Dia duit agus fáitle/Hello and welcome

St Patrick, the Patron Saint of Ireland.

We don’t know exactly when he was born, it is, however, widely speculated that he died on the 17th March. He was said to have been born on mainland Britain around the late fourth century.

He was kidnapped by pirates when he was about sixteen years old and taken to Ireland as a slave where he was put to work as an animal herder, but we don’t know exactly which part of The Emerald Isles this was.

Patrick escaped about six years after his enslavement and managed to return to his family. It was during this time that he became a member of the clergy. He had a religious calling to return to the place where he’d been taken as a slave to bring God’s word. St Patrick worked as a missionary across Ireland before becoming the bishop of Armagh where he finally settled and made his home. Before that, he had to move frequently as he faced hostility.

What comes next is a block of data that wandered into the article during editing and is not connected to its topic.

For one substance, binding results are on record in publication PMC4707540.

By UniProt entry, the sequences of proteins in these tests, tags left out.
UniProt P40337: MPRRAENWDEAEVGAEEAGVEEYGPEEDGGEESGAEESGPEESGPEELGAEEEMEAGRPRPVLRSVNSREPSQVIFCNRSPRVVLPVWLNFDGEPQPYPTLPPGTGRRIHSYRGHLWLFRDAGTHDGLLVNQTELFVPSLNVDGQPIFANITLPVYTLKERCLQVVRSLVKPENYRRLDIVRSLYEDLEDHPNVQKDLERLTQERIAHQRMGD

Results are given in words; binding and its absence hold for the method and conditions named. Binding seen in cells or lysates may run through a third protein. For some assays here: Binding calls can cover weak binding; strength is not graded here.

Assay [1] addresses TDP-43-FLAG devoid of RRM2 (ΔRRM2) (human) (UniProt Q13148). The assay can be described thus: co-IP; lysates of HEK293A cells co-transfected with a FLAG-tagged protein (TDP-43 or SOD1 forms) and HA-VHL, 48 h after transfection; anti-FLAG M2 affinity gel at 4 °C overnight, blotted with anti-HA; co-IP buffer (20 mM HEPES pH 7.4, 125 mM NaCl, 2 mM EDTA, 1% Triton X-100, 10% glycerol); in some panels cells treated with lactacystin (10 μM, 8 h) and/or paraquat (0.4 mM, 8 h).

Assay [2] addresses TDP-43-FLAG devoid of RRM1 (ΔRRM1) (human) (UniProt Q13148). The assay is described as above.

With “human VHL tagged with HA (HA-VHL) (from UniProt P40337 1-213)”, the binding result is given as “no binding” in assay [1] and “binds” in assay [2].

St Patrick was transforming Ireland from a land of idol worshippers and enslavers into a Christian country.

The kings and religious leaders of Ireland were against St Patrick. He was, after all, a foreigner who was against payment for God’s work (not good when you want money for nothing). He was often beaten for spreading the gospels. That didn’t stop St Patrick though, he continued God’s work to spread the word.

St Patrick can be identified holding a shamrock, or holding a cross repelling the snake – the symbol of sin which he was removing.

So whether you are dressing as leprechauns and dancing in the streets of Ireland or celebrating from afar having your favourite Irish tipple, let’s not forget the reasons behind St Patrick’s day.

He gave us the knowledge of Christ across Ireland, and for that we thank him.